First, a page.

Throw Them Horns Up
Underachievers and perpetual disappointments -- for years you could describe both the Texas rap scene and the Texas Longhorns football team as such. In the last year, that's all changed, and I believe the Horns couldn't have done it without the rappers. The athletes fed off the confidence of the rappers, who imbued them with a swagger seldom seen in Austin.
You could see it in their composed play on the field January 4, and you could hear it in their confident words before the game. During the long layoff between the Big 12 Championship and the Rose Bowl kickoff, someone asked superhuman Texas quarterback and hometown hero Vince Young if the Horns were a little "intimidated" by Southern Cal and their 34-game winning streak. After all, the school was located in one of America's toughest 'hoods, and many of its players came Straight Outta Compton and South Central, the same areas that produced the Crips and Bloods, Suge Knight and N.W.A. VY was having none of it.
"Intimidated by what?" Young said. "We have guys on this team who are gangsta. You see their guys [talking trash] to other teams and the other guys aren't talking back. Our guys will talk trash from beginning to end."
That wasn't the case 15 years ago, when Texas faced Miami in the Cotton Bowl in 1991. There, the apparently resurgent Longhorns rode a nine-game winning streak all the way to a matchup with the fourth-ranked Miami Hurricanes, and these 'Canes were quite likely the most gangsta team in that most gangsta of program's history.
The Horns, meanwhile, were coached by good ol' boy David McWilliams, a protégé of Texas legend Darrell Royal, whose 1969 squad was the last all-white team to win a national championship. For the next 25 years, with a few notable exceptions like Earl Campbell, black Texan high school athletes often shunned Texas for programs where the color line had broken earlier, schools like Oklahoma, Colorado and Notre Dame. Thus the 1990 UT squad was still a whiter team than most -- certainly much whiter than the 'Canes -- a Garth Brooks bunch going head to head against the hip-hop Hurricanes.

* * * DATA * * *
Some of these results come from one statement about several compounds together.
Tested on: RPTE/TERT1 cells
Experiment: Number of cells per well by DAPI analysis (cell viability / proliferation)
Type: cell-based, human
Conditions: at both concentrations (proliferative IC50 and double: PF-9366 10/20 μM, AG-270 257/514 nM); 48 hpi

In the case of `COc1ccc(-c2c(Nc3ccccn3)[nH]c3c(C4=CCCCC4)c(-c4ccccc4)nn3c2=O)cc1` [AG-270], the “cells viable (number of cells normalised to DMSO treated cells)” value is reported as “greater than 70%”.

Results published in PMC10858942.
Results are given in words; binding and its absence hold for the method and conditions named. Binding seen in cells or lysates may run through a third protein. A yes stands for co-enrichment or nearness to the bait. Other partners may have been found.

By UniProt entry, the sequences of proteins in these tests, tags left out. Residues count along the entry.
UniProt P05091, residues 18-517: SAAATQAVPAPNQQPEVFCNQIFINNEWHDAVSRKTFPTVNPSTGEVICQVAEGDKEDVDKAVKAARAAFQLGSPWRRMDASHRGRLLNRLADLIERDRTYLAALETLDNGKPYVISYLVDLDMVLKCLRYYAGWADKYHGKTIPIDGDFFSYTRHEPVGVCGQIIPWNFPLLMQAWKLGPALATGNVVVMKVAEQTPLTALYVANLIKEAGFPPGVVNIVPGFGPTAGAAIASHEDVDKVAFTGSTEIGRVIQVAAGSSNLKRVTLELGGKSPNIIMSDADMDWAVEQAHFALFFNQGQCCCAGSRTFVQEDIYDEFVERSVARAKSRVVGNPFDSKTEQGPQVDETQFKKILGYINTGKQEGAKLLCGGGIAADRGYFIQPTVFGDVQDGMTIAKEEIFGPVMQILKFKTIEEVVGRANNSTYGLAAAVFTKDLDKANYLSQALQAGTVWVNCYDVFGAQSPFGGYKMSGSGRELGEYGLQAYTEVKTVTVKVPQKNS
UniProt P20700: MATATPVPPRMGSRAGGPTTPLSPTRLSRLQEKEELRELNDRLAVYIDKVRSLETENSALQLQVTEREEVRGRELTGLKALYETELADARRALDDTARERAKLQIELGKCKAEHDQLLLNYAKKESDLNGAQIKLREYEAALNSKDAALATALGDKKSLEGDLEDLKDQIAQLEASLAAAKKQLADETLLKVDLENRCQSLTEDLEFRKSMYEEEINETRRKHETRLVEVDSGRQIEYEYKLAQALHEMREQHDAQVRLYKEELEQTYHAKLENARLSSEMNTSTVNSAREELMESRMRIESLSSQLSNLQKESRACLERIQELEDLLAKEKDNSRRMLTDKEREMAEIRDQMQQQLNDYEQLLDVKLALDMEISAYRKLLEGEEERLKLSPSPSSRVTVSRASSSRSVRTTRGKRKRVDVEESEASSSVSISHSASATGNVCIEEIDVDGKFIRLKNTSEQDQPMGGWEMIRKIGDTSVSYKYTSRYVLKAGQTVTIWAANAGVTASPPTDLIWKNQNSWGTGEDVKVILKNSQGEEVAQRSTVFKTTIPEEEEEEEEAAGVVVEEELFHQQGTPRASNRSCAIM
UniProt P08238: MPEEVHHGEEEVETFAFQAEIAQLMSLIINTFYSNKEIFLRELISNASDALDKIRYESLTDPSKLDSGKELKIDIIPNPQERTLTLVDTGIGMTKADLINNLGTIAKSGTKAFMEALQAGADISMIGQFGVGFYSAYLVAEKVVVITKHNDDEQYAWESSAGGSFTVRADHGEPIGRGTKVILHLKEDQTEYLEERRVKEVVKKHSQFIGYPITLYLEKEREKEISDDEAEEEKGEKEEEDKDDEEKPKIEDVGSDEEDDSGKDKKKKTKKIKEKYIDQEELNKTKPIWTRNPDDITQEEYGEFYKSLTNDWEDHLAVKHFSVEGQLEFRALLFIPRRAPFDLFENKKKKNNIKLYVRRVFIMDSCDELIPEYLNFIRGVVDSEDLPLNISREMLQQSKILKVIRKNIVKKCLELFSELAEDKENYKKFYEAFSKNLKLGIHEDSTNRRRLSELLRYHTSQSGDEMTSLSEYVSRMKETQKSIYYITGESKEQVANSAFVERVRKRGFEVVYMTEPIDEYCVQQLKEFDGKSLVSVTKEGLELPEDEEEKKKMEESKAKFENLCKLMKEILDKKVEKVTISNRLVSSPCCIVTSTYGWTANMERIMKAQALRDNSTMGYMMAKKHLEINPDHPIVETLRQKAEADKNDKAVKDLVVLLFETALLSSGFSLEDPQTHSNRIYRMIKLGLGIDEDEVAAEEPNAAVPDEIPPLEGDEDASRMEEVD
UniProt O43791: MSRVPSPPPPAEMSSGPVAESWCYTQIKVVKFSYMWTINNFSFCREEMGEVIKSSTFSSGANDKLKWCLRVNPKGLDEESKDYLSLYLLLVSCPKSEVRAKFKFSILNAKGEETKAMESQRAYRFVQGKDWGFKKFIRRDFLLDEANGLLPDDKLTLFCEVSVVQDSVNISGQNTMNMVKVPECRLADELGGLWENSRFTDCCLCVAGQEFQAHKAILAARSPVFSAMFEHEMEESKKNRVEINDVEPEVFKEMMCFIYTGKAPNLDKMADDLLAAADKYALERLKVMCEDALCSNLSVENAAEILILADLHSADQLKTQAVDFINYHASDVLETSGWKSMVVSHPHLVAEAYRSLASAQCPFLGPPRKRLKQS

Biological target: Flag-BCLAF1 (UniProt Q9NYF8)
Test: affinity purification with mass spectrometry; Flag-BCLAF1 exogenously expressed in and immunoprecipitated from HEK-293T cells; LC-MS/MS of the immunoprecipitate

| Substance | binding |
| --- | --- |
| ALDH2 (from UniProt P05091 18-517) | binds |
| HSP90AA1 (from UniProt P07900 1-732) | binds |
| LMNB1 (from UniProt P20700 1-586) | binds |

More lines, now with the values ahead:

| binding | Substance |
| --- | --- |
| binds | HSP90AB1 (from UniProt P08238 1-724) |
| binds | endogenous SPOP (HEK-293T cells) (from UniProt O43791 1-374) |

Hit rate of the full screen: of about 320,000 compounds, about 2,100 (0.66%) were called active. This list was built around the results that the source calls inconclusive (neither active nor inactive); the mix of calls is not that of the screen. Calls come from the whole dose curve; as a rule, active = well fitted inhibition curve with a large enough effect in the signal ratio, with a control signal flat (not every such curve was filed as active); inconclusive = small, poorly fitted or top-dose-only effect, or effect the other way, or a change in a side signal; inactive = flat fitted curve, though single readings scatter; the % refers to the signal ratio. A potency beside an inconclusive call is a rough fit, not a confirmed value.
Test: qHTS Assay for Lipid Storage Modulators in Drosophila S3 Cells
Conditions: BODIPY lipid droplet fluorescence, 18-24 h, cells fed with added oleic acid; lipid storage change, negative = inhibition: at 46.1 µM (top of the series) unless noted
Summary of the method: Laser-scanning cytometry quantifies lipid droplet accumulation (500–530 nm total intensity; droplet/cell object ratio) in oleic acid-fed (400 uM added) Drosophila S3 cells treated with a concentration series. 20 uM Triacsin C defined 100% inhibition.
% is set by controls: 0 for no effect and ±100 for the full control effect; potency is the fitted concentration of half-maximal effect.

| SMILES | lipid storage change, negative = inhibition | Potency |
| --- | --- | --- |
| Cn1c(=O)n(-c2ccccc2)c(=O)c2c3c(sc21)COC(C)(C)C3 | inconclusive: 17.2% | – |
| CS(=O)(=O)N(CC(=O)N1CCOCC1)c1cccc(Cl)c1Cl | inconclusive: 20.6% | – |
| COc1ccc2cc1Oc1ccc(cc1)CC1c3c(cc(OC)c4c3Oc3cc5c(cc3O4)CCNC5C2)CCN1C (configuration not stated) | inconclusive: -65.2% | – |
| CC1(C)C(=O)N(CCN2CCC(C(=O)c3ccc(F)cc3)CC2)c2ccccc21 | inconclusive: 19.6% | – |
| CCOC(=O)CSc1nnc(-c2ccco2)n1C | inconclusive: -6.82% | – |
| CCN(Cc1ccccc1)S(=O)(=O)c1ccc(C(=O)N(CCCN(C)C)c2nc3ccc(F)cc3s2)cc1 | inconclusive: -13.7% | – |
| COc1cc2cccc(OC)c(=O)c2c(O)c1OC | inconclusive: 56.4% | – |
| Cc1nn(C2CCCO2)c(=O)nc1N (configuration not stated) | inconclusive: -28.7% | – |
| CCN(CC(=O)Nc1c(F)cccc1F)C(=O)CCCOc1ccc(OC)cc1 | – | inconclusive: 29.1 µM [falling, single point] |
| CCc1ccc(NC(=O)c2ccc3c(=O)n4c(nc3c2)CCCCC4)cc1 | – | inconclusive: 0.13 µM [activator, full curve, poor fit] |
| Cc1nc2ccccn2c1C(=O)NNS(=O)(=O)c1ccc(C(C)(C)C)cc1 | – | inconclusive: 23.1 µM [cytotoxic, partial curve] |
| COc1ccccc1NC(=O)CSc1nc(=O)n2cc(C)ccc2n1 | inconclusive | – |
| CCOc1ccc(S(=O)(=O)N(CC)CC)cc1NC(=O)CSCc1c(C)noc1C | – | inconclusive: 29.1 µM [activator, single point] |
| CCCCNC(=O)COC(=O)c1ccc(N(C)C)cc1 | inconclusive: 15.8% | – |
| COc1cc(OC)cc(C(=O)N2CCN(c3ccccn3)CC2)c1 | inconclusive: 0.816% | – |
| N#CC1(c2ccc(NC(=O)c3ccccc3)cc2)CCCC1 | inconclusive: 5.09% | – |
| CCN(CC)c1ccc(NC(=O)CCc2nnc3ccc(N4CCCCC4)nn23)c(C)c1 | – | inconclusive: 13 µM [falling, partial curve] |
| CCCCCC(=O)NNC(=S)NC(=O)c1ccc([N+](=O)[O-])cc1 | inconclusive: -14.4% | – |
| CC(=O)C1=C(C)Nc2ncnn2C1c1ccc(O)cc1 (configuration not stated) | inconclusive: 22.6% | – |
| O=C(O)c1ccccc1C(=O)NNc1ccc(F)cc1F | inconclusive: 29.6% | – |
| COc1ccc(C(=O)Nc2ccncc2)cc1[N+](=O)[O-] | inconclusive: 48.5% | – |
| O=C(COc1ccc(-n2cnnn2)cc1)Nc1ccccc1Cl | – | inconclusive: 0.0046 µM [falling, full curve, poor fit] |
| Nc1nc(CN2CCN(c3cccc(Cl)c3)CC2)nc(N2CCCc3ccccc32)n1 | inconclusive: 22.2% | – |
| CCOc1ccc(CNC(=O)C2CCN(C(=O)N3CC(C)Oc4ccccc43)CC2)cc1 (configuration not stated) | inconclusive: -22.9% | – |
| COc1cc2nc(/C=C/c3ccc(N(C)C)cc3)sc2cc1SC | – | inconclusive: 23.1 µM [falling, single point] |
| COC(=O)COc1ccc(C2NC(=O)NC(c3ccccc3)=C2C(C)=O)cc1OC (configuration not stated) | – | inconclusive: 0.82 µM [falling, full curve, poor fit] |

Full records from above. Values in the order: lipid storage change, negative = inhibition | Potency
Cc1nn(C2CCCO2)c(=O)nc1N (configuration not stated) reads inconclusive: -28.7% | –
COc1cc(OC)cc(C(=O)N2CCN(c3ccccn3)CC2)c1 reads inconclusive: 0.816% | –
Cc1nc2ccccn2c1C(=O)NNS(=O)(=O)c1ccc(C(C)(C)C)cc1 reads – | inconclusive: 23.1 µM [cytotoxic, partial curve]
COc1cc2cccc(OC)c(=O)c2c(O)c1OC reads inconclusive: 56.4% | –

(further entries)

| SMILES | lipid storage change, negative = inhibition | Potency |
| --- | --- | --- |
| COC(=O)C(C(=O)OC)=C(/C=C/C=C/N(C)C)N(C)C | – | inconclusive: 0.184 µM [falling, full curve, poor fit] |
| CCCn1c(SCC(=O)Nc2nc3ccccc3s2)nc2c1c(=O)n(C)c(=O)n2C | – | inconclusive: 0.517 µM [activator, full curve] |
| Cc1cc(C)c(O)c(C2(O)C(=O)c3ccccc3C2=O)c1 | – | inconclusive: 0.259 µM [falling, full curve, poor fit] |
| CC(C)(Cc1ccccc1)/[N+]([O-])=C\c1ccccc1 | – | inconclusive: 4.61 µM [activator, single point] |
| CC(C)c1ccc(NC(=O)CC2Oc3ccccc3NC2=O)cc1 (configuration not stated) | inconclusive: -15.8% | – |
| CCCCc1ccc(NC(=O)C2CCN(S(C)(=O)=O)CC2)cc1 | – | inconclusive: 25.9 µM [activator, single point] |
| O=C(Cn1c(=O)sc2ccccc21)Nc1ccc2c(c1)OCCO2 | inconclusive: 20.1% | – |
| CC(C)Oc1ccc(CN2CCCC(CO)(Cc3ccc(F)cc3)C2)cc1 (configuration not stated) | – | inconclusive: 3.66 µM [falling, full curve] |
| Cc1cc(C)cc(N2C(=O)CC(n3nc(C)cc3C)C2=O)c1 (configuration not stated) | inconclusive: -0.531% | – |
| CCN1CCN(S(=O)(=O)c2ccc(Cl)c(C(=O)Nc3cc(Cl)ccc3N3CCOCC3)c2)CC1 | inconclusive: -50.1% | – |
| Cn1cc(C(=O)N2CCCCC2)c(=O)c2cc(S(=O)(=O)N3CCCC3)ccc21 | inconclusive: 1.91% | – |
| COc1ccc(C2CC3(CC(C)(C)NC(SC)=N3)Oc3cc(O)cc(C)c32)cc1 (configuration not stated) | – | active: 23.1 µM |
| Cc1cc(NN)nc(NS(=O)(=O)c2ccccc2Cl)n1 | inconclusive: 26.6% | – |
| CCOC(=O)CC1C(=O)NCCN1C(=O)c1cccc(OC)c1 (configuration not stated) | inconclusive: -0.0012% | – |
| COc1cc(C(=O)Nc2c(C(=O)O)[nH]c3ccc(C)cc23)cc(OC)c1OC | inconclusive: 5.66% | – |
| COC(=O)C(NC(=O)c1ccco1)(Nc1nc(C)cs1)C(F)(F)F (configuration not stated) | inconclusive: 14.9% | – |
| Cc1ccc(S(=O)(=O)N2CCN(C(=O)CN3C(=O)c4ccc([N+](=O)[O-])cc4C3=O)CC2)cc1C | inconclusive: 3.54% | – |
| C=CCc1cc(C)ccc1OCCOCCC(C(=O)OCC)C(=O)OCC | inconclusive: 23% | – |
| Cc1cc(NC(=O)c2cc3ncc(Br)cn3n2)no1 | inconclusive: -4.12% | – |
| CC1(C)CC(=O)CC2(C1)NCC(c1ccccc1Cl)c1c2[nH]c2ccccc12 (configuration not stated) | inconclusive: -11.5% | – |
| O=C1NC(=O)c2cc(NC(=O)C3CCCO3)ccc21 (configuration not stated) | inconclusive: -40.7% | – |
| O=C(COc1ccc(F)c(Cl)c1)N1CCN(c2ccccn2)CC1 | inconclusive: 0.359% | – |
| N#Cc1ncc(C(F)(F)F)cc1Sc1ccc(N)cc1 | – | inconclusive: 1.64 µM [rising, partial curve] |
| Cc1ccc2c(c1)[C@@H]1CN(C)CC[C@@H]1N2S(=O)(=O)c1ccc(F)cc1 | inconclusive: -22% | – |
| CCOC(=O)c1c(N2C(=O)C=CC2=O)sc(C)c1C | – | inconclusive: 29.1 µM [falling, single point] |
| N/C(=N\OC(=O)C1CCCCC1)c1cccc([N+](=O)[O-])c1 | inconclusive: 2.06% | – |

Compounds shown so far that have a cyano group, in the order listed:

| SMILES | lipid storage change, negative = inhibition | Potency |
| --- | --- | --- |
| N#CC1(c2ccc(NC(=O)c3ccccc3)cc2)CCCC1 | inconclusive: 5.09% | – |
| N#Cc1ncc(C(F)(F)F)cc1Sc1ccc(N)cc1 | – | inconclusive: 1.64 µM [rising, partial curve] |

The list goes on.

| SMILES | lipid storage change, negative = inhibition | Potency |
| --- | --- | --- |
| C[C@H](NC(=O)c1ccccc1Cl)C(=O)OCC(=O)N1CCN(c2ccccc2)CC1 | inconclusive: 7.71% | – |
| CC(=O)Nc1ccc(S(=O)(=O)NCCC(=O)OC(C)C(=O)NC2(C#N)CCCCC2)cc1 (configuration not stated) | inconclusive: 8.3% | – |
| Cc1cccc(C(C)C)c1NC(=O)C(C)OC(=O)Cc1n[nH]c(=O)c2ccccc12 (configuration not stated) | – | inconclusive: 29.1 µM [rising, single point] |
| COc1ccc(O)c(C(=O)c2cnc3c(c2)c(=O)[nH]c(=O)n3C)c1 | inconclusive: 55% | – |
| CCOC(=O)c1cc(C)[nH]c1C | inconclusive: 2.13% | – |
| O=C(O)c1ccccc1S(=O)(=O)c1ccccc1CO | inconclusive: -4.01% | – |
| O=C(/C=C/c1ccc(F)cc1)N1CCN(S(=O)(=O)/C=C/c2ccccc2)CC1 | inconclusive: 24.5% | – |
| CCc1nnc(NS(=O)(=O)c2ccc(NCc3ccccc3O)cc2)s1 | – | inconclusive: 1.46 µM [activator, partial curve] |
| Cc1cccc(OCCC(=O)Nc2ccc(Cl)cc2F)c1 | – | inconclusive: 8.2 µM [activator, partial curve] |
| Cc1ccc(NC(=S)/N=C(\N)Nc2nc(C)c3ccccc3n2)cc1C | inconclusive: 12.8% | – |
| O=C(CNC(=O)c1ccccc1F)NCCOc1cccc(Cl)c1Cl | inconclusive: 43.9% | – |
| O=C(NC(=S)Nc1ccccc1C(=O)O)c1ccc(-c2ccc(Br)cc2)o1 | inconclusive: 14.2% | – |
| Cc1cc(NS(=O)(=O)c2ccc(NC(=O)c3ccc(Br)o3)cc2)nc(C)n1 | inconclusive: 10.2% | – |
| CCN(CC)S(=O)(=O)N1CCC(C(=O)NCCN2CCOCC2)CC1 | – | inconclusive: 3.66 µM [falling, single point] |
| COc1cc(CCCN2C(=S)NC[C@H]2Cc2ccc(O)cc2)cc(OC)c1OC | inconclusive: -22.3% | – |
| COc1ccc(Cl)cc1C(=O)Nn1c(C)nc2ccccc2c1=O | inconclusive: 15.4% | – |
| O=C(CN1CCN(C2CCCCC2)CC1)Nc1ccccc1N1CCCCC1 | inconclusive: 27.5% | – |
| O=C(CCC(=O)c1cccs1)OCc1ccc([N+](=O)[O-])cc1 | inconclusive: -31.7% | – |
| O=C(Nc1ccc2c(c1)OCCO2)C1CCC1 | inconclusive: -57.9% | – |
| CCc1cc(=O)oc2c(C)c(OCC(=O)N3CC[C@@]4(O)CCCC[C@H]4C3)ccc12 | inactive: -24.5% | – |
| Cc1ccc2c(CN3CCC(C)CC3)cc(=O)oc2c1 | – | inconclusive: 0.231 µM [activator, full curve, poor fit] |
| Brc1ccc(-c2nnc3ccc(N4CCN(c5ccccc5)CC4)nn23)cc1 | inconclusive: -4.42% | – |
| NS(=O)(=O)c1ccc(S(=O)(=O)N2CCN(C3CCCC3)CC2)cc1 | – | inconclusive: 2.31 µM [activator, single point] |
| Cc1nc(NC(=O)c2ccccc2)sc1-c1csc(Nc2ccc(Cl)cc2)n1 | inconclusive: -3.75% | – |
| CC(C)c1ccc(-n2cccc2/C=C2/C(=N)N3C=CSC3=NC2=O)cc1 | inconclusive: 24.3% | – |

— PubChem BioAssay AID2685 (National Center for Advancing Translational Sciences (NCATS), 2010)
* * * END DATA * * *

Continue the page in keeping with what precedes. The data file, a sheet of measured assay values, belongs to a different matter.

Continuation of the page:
And the Horns were thoroughly intimidated. The 'Canes racked up two unsportsmanlike conduct penalties before they even touched the ball. Faced with first and 40 on their opening possession, Miami converted with ease and went on to taunt and trash-talk all the way to an opening-drive touchdown. And they continued to brawl and mock the Horns all afternoon, en route to a 43-point victory that came in spite of an astounding 200-plus yards in penalties (many for taunting and/or cheap shots).
That game was like an early Mike Tyson fight: ugly, unfair, brutal and the bad guys won. This spectacle of Miami vice so alarmed the NCAA that it promptly enacted most of the anti-taunting and celebration rules that are still in effect today. But Miami did demonstrate complete physical and, more important, psychological superiority and showed that the Horns were most definitely not ready for prime time. They had fallen way behind in the gangsta stakes.
Meanwhile, at about the same time that the NCAA was legislating against the 'Canes' hooliganism, Tipper Gore and the PRMC were railing in Congress against the team's unofficial musical mascot: Miami's raunchy 2 Live Crew, whose front man Luther Campbell had a sideline pass to all their games and who allegedly paid players $500 for each big hit or touchdown. Gangsta indeed.
While the 'Canes have since toned it down just a little, they still contend for the national title just about every year, much to the chagrin of every non-psychopath outside Miami. At least the day of 2 Live Crew's wack beats and weak rhymes has come and gone -- hell, the players on the Miami team themselves outdid them by actually making a song called "The Seventh Floor Crew" that was as sleazy as anything Luther and his boys ever came up with.
Texas limped away from the Cotton Bowl like a beaten mutt and whimpered in mediocrity for another decade. Meanwhile, after the limited success of the Geto Boys in the early 1990s, Texas rap did much the same. The Horns always choked in the big games, and our rappers were content to remain underground legends on the Gulf Coast. Texas was a football and hip-hop backwater -- chock-full of talent and regional forces, but unrecognized and disrespected by the nation at large.